And, when they are in the senior years of their lives, when someone offers to capture and preserve their LifeStories, when asked about you and the kind of person you were, they will proudly take out the hand-written note that you wrote today, smile and say, “This is how I know.”

Perceiving Beauty

This is another story I’m passing along from a fellow member of the Association of Personal Historians, Wendy Ledger:

A man sat at a metro station in Washington DC and started to play the violin; it was a cold January morning. He played six Bach pieces for about 45 minutes. During that time, since it was rush hour, it was calculated that thousands of people went through the station, most of them on their way to work.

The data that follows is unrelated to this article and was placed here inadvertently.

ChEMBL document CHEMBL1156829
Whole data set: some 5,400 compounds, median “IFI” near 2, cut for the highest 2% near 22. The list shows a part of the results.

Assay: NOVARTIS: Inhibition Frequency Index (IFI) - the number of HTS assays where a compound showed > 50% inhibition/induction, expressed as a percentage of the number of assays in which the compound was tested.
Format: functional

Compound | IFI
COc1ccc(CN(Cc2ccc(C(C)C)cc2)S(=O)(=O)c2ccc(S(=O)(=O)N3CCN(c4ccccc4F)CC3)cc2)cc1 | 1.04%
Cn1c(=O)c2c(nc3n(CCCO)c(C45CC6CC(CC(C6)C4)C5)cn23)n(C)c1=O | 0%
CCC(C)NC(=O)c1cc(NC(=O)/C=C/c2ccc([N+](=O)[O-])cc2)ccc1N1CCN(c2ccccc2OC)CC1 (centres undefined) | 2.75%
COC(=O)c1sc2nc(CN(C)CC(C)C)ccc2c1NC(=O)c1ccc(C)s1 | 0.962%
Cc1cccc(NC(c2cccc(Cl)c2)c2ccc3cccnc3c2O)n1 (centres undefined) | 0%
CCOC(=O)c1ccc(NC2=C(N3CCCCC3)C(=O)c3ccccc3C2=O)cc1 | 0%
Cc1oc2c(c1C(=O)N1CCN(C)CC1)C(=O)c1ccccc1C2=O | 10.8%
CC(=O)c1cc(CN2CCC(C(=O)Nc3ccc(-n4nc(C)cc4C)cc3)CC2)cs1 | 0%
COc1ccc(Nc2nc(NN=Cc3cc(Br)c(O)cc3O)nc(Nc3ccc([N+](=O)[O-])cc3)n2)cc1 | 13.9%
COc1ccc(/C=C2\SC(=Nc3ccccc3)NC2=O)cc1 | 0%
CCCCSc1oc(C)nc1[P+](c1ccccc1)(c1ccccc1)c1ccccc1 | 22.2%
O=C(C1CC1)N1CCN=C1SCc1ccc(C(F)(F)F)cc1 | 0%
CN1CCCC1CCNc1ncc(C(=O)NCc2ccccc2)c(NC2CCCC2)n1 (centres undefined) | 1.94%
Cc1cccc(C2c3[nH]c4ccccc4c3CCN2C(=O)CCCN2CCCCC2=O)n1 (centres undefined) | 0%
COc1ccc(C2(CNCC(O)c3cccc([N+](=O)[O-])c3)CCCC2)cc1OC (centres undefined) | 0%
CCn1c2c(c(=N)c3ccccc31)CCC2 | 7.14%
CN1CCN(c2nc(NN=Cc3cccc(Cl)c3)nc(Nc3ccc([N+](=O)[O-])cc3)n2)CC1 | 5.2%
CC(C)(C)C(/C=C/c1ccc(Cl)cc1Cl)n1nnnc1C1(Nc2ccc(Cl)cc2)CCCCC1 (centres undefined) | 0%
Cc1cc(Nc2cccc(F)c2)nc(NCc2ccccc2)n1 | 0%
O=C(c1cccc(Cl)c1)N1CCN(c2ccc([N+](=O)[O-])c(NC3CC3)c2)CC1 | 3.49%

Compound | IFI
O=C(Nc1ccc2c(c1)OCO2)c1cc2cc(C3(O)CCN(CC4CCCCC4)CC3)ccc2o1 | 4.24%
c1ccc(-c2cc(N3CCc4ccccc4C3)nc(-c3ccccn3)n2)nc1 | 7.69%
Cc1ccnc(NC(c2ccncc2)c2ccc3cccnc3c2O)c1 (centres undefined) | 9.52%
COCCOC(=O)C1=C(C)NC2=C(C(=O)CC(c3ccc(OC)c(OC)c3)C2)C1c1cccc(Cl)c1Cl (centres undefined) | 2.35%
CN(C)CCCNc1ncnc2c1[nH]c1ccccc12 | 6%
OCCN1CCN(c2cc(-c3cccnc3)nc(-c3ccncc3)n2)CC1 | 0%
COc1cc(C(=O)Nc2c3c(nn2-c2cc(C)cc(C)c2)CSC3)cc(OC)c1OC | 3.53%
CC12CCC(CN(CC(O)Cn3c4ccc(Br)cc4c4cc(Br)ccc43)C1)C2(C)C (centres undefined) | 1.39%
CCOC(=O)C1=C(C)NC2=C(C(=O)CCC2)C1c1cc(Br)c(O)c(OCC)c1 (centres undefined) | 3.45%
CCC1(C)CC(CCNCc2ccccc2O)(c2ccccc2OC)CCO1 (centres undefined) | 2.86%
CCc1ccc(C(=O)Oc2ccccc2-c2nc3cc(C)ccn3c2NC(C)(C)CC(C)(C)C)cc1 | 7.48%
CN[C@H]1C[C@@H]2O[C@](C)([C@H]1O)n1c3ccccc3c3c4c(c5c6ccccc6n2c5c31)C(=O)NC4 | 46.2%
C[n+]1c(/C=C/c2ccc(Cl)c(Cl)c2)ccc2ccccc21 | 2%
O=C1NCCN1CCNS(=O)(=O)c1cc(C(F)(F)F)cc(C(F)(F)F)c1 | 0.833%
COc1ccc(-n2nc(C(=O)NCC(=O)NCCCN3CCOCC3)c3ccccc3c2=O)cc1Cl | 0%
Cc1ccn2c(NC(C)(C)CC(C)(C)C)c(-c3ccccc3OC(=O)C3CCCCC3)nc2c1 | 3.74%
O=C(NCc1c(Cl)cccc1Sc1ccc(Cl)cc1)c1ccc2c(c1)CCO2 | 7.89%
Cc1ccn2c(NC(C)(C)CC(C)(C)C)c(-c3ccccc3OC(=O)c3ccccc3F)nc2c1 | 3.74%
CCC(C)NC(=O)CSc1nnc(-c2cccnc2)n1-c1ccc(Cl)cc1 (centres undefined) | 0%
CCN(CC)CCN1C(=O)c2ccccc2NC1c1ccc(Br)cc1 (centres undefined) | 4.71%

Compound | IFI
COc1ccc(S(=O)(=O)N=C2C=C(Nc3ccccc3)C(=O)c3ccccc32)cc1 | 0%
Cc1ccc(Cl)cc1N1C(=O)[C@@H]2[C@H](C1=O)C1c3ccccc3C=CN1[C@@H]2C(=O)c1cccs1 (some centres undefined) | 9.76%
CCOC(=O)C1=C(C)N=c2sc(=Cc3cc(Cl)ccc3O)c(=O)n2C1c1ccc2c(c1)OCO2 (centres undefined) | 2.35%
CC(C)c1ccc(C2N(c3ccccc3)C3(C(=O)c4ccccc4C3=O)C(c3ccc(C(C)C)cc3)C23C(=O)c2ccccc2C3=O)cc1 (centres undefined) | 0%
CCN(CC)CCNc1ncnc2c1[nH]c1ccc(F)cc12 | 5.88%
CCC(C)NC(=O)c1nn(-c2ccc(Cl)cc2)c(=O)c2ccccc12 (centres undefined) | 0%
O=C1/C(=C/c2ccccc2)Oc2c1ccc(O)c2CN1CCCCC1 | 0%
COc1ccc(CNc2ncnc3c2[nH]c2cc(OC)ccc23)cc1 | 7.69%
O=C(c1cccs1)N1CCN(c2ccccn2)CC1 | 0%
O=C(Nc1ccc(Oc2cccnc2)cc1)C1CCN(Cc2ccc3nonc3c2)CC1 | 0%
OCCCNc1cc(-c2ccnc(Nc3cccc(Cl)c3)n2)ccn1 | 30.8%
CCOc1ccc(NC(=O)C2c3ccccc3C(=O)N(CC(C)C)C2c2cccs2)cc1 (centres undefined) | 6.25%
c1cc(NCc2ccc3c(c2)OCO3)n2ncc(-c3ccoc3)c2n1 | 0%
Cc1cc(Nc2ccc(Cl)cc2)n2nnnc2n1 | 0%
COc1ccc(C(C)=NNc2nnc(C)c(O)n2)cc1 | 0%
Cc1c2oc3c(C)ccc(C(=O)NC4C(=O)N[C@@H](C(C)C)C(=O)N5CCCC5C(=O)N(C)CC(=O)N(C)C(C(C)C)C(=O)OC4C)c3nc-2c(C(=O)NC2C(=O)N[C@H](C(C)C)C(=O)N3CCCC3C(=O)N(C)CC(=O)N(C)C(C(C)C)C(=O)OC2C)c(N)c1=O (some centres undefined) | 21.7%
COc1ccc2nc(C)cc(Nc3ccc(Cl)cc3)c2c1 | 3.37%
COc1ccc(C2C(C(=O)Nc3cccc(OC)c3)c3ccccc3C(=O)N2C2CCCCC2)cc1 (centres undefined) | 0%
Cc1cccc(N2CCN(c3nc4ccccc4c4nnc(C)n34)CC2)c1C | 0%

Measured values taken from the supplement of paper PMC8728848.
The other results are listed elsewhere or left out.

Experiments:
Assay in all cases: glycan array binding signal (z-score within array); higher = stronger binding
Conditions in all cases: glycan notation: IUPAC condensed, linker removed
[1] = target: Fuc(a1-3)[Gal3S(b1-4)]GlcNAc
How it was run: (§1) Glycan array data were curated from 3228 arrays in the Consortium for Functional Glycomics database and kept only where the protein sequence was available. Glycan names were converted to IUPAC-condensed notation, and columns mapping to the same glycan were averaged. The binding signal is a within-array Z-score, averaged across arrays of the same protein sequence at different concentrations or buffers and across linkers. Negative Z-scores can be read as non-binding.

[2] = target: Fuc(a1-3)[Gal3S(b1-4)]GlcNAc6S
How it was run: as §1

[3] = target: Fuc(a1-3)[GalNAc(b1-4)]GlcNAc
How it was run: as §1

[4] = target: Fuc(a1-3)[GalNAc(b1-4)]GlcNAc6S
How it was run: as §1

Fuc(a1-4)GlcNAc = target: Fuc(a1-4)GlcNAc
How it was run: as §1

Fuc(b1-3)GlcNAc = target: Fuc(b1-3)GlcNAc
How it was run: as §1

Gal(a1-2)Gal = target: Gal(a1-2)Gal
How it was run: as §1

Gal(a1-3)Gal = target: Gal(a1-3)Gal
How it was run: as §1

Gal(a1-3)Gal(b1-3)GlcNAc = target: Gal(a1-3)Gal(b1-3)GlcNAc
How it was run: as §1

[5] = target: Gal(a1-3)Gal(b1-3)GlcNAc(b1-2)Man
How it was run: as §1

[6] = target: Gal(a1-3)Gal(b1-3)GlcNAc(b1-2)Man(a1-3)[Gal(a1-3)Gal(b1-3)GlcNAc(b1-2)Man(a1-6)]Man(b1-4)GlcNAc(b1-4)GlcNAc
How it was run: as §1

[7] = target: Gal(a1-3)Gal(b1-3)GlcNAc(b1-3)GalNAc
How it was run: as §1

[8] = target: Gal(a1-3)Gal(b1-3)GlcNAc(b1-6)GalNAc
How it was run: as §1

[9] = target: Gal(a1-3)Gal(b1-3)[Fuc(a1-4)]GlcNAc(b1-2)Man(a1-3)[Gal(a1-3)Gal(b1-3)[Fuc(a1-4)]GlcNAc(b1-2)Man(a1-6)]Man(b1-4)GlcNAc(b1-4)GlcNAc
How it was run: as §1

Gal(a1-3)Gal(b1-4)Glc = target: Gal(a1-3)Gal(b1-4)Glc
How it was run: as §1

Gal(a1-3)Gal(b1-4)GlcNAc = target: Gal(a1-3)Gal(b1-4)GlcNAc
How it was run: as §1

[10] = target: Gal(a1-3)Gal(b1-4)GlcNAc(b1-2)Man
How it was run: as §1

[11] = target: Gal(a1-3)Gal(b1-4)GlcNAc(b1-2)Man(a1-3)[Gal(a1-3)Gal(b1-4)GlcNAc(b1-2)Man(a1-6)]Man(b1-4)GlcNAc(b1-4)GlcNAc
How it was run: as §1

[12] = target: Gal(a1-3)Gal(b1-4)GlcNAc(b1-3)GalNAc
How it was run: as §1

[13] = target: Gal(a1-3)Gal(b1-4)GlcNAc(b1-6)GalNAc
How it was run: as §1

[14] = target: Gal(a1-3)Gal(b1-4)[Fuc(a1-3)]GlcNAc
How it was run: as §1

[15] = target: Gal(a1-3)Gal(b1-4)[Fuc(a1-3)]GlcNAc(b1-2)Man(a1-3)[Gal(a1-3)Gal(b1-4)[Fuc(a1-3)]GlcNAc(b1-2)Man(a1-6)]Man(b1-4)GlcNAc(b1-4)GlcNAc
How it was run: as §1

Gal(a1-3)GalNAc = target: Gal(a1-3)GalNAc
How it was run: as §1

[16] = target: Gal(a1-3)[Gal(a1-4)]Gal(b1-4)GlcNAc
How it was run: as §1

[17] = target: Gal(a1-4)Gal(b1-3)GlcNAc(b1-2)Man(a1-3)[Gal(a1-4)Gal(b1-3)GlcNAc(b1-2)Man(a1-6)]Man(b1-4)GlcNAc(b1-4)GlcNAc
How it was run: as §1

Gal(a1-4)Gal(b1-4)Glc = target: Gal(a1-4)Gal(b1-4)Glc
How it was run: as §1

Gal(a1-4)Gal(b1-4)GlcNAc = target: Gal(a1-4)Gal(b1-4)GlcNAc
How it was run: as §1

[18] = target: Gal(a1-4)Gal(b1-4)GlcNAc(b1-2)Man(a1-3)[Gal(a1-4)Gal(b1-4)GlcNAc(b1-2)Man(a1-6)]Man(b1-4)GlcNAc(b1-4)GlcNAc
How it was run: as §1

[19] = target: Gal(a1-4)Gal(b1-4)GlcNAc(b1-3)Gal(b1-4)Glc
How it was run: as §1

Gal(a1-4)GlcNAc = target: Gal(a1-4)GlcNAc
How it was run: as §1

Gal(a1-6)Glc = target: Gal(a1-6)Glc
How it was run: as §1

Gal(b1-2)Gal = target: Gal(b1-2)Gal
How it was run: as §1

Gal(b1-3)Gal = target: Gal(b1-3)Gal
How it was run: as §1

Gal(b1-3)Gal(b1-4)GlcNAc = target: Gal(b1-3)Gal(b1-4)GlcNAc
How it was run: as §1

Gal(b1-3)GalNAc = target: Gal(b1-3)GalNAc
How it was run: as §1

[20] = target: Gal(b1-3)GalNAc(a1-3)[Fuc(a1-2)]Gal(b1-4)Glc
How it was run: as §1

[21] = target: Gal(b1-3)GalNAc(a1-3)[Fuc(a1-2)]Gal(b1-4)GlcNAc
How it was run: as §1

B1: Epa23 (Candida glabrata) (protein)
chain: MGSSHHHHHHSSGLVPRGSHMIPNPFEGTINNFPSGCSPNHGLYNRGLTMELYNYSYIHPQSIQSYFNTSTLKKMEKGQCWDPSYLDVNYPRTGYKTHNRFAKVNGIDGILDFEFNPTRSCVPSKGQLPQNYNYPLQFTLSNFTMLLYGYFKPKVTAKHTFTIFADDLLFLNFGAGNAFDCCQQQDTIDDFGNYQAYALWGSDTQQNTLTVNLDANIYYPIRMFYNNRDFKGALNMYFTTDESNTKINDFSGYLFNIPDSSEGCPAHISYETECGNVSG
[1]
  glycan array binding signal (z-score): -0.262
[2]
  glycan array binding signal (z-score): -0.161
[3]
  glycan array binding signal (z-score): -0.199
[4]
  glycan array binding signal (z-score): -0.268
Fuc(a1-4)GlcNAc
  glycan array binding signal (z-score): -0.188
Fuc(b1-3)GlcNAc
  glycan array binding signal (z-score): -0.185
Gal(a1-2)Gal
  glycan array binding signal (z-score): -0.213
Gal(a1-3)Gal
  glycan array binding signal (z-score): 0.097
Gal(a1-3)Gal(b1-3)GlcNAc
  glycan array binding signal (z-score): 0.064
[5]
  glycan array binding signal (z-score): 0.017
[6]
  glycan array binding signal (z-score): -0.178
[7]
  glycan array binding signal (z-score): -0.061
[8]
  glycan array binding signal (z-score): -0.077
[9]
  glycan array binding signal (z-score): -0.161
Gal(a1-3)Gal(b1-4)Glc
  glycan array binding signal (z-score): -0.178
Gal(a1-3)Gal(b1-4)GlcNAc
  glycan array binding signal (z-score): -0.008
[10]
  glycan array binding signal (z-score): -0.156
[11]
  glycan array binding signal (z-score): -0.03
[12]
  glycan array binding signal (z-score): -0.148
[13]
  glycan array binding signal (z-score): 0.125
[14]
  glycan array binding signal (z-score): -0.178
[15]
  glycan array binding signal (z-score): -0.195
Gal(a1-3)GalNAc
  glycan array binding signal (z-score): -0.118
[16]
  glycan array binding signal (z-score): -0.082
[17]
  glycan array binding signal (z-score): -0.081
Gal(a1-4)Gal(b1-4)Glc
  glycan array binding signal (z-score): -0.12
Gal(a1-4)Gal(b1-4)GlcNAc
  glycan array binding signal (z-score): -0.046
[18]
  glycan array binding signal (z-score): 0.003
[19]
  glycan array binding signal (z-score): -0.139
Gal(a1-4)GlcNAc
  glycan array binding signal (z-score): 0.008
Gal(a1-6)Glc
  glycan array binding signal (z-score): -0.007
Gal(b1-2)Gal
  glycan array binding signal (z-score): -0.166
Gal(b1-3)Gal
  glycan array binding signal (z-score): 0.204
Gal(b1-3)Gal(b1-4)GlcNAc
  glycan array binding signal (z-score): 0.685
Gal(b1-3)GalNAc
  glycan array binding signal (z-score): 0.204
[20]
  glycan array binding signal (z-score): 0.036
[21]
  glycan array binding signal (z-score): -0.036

Three minutes went by and a middle aged man noticed there was musician playing. He slowed his pace and stopped for a few seconds and then hurried up to meet his schedule.

A minute later, the violinist received his first dollar tip: a woman threw the money in the till and without stopping continued to walk. A few minutes later, someone leaned against the wall to listen to him, but the man looked at his watch and started to walk again. Clearly he was late for work.

The one who paid the most attention was a 3 year old boy. His mother hurried him along, but the kid stopped to look at the violinist. Finally the mother insisted and the child began to walk turning his head all the time. This action was repeated by several other children. All the parents, without exception, forced the children to move on.